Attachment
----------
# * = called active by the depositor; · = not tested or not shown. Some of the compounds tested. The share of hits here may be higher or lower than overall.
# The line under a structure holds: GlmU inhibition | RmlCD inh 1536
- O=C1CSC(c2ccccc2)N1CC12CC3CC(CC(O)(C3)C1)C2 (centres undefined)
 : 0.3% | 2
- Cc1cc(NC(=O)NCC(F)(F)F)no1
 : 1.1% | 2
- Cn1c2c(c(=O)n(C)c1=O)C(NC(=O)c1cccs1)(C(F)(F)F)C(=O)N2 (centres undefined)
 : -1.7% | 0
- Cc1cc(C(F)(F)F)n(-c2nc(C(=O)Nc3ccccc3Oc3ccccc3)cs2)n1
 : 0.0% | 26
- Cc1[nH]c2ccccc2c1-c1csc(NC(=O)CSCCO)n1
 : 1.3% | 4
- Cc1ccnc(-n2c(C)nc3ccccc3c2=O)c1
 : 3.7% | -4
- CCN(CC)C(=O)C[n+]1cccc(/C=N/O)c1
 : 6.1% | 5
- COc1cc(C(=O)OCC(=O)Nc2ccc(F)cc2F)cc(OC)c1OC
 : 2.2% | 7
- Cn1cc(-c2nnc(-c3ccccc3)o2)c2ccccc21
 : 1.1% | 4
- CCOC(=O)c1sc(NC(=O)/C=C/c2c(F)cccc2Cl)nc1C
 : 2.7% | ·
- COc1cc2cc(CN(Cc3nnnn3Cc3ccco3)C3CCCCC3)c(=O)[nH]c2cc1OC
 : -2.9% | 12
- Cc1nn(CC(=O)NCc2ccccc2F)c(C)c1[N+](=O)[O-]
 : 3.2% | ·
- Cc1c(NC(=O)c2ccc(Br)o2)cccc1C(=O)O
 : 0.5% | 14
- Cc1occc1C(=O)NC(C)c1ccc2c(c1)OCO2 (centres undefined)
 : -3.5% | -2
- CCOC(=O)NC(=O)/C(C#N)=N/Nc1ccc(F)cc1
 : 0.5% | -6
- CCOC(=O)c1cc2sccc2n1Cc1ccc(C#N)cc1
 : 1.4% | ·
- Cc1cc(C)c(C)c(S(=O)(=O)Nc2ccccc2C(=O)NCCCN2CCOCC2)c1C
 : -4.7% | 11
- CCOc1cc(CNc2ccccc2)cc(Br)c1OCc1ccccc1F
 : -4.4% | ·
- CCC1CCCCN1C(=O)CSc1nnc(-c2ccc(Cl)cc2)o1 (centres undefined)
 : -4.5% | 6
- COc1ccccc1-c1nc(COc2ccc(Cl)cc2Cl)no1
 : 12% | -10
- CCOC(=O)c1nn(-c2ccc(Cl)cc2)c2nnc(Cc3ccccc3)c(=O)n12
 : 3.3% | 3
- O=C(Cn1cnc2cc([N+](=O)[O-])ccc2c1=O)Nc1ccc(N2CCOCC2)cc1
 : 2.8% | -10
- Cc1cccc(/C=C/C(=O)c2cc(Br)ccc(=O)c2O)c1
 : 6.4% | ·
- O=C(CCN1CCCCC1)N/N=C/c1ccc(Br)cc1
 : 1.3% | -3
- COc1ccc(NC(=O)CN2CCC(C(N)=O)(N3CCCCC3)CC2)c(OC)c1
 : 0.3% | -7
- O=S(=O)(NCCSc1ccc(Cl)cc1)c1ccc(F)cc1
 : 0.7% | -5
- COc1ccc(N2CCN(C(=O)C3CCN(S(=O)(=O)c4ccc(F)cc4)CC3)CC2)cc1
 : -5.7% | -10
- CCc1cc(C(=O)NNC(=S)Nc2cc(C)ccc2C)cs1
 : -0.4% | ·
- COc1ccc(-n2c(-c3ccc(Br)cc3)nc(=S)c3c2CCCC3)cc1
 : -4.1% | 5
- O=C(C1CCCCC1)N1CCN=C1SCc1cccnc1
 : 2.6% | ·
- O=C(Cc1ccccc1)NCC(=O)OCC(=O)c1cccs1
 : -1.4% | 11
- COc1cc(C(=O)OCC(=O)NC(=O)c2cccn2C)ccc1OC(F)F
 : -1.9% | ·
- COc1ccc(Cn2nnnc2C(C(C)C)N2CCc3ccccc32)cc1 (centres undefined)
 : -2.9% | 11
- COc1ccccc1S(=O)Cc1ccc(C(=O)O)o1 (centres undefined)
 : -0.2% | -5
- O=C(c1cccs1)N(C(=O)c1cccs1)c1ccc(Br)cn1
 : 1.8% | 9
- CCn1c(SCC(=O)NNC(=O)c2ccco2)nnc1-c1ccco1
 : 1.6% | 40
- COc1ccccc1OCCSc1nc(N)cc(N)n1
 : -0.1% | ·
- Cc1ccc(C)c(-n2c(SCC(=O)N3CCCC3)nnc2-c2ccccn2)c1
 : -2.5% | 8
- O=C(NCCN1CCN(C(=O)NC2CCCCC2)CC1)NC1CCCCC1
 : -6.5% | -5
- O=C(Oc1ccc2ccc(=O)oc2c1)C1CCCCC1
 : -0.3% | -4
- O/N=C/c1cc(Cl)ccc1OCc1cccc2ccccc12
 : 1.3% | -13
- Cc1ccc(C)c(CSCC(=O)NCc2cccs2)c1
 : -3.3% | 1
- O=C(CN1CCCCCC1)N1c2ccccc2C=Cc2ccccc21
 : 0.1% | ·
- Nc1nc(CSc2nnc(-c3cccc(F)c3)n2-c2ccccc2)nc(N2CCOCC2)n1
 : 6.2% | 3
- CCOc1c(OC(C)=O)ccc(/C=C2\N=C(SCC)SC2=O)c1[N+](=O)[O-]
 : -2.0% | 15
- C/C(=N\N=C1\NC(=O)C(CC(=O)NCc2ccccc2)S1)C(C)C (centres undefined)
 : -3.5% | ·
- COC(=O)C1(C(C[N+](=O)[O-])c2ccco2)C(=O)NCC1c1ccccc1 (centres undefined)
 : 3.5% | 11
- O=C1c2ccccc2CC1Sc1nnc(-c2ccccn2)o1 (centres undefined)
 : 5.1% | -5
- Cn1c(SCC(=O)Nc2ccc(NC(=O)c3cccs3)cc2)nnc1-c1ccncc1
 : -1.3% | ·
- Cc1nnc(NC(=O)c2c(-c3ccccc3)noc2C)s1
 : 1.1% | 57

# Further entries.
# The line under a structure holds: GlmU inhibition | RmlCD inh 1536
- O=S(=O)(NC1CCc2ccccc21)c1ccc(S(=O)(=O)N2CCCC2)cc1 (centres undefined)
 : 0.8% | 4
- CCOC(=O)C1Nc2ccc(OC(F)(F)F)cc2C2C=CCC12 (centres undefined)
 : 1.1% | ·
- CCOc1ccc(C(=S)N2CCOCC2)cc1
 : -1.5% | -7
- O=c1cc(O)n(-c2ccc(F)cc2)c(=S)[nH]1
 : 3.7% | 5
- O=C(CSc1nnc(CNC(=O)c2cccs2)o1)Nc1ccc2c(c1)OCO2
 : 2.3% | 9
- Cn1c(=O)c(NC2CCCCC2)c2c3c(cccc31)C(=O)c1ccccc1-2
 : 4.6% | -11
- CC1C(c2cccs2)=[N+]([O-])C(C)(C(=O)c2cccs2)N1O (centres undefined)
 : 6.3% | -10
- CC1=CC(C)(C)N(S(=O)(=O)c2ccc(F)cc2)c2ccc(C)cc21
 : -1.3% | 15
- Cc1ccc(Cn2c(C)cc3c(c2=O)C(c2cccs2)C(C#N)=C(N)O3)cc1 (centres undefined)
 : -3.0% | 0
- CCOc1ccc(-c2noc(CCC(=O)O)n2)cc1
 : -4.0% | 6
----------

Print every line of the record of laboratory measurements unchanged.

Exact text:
# * = called active by the depositor; · = not tested or not shown. Some of the compounds tested. The share of hits here may be higher or lower than overall.
# The line under a structure holds: GlmU inhibition | RmlCD inh 1536
- O=C1CSC(c2ccccc2)N1CC12CC3CC(CC(O)(C3)C1)C2 (centres undefined)
 : 0.3% | 2
- Cc1cc(NC(=O)NCC(F)(F)F)no1
 : 1.1% | 2
- Cn1c2c(c(=O)n(C)c1=O)C(NC(=O)c1cccs1)(C(F)(F)F)C(=O)N2 (centres undefined)
 : -1.7% | 0
- Cc1cc(C(F)(F)F)n(-c2nc(C(=O)Nc3ccccc3Oc3ccccc3)cs2)n1
 : 0.0% | 26
- Cc1[nH]c2ccccc2c1-c1csc(NC(=O)CSCCO)n1
 : 1.3% | 4
- Cc1ccnc(-n2c(C)nc3ccccc3c2=O)c1
 : 3.7% | -4
- CCN(CC)C(=O)C[n+]1cccc(/C=N/O)c1
 : 6.1% | 5
- COc1cc(C(=O)OCC(=O)Nc2ccc(F)cc2F)cc(OC)c1OC
 : 2.2% | 7
- Cn1cc(-c2nnc(-c3ccccc3)o2)c2ccccc21
 : 1.1% | 4
- CCOC(=O)c1sc(NC(=O)/C=C/c2c(F)cccc2Cl)nc1C
 : 2.7% | ·
- COc1cc2cc(CN(Cc3nnnn3Cc3ccco3)C3CCCCC3)c(=O)[nH]c2cc1OC
 : -2.9% | 12
- Cc1nn(CC(=O)NCc2ccccc2F)c(C)c1[N+](=O)[O-]
 : 3.2% | ·
- Cc1c(NC(=O)c2ccc(Br)o2)cccc1C(=O)O
 : 0.5% | 14
- Cc1occc1C(=O)NC(C)c1ccc2c(c1)OCO2 (centres undefined)
 : -3.5% | -2
- CCOC(=O)NC(=O)/C(C#N)=N/Nc1ccc(F)cc1
 : 0.5% | -6
- CCOC(=O)c1cc2sccc2n1Cc1ccc(C#N)cc1
 : 1.4% | ·
- Cc1cc(C)c(C)c(S(=O)(=O)Nc2ccccc2C(=O)NCCCN2CCOCC2)c1C
 : -4.7% | 11
- CCOc1cc(CNc2ccccc2)cc(Br)c1OCc1ccccc1F
 : -4.4% | ·
- CCC1CCCCN1C(=O)CSc1nnc(-c2ccc(Cl)cc2)o1 (centres undefined)
 : -4.5% | 6
- COc1ccccc1-c1nc(COc2ccc(Cl)cc2Cl)no1
 : 12% | -10
- CCOC(=O)c1nn(-c2ccc(Cl)cc2)c2nnc(Cc3ccccc3)c(=O)n12
 : 3.3% | 3
- O=C(Cn1cnc2cc([N+](=O)[O-])ccc2c1=O)Nc1ccc(N2CCOCC2)cc1
 : 2.8% | -10
- Cc1cccc(/C=C/C(=O)c2cc(Br)ccc(=O)c2O)c1
 : 6.4% | ·
- O=C(CCN1CCCCC1)N/N=C/c1ccc(Br)cc1
 : 1.3% | -3
- COc1ccc(NC(=O)CN2CCC(C(N)=O)(N3CCCCC3)CC2)c(OC)c1
 : 0.3% | -7
- O=S(=O)(NCCSc1ccc(Cl)cc1)c1ccc(F)cc1
 : 0.7% | -5
- COc1ccc(N2CCN(C(=O)C3CCN(S(=O)(=O)c4ccc(F)cc4)CC3)CC2)cc1
 : -5.7% | -10
- CCc1cc(C(=O)NNC(=S)Nc2cc(C)ccc2C)cs1
 : -0.4% | ·
- COc1ccc(-n2c(-c3ccc(Br)cc3)nc(=S)c3c2CCCC3)cc1
 : -4.1% | 5
- O=C(C1CCCCC1)N1CCN=C1SCc1cccnc1
 : 2.6% | ·
- O=C(Cc1ccccc1)NCC(=O)OCC(=O)c1cccs1
 : -1.4% | 11
- COc1cc(C(=O)OCC(=O)NC(=O)c2cccn2C)ccc1OC(F)F
 : -1.9% | ·
- COc1ccc(Cn2nnnc2C(C(C)C)N2CCc3ccccc32)cc1 (centres undefined)
 : -2.9% | 11
- COc1ccccc1S(=O)Cc1ccc(C(=O)O)o1 (centres undefined)
 : -0.2% | -5
- O=C(c1cccs1)N(C(=O)c1cccs1)c1ccc(Br)cn1
 : 1.8% | 9
- CCn1c(SCC(=O)NNC(=O)c2ccco2)nnc1-c1ccco1
 : 1.6% | 40
- COc1ccccc1OCCSc1nc(N)cc(N)n1
 : -0.1% | ·
- Cc1ccc(C)c(-n2c(SCC(=O)N3CCCC3)nnc2-c2ccccn2)c1
 : -2.5% | 8
- O=C(NCCN1CCN(C(=O)NC2CCCCC2)CC1)NC1CCCCC1
 : -6.5% | -5
- O=C(Oc1ccc2ccc(=O)oc2c1)C1CCCCC1
 : -0.3% | -4
- O/N=C/c1cc(Cl)ccc1OCc1cccc2ccccc12
 : 1.3% | -13
- Cc1ccc(C)c(CSCC(=O)NCc2cccs2)c1
 : -3.3% | 1
- O=C(CN1CCCCCC1)N1c2ccccc2C=Cc2ccccc21
 : 0.1% | ·
- Nc1nc(CSc2nnc(-c3cccc(F)c3)n2-c2ccccc2)nc(N2CCOCC2)n1
 : 6.2% | 3
- CCOc1c(OC(C)=O)ccc(/C=C2\N=C(SCC)SC2=O)c1[N+](=O)[O-]
 : -2.0% | 15
- C/C(=N\N=C1\NC(=O)C(CC(=O)NCc2ccccc2)S1)C(C)C (centres undefined)
 : -3.5% | ·
- COC(=O)C1(C(C[N+](=O)[O-])c2ccco2)C(=O)NCC1c1ccccc1 (centres undefined)
 : 3.5% | 11
- O=C1c2ccccc2CC1Sc1nnc(-c2ccccn2)o1 (centres undefined)
 : 5.1% | -5
- Cn1c(SCC(=O)Nc2ccc(NC(=O)c3cccs3)cc2)nnc1-c1ccncc1
 : -1.3% | ·
- Cc1nnc(NC(=O)c2c(-c3ccccc3)noc2C)s1
 : 1.1% | 57

# Further entries.
# The line under a structure holds: GlmU inhibition | RmlCD inh 1536
- O=S(=O)(NC1CCc2ccccc21)c1ccc(S(=O)(=O)N2CCCC2)cc1 (centres undefined)
 : 0.8% | 4
- CCOC(=O)C1Nc2ccc(OC(F)(F)F)cc2C2C=CCC12 (centres undefined)
 : 1.1% | ·
- CCOc1ccc(C(=S)N2CCOCC2)cc1
 : -1.5% | -7
- O=c1cc(O)n(-c2ccc(F)cc2)c(=S)[nH]1
 : 3.7% | 5
- O=C(CSc1nnc(CNC(=O)c2cccs2)o1)Nc1ccc2c(c1)OCO2
 : 2.3% | 9
- Cn1c(=O)c(NC2CCCCC2)c2c3c(cccc31)C(=O)c1ccccc1-2
 : 4.6% | -11
- CC1C(c2cccs2)=[N+]([O-])C(C)(C(=O)c2cccs2)N1O (centres undefined)
 : 6.3% | -10
- CC1=CC(C)(C)N(S(=O)(=O)c2ccc(F)cc2)c2ccc(C)cc21
 : -1.3% | 15
- Cc1ccc(Cn2c(C)cc3c(c2=O)C(c2cccs2)C(C#N)=C(N)O3)cc1 (centres undefined)
 : -3.0% | 0
- CCOc1ccc(-c2noc(CCC(=O)O)n2)cc1
 : -4.0% | 6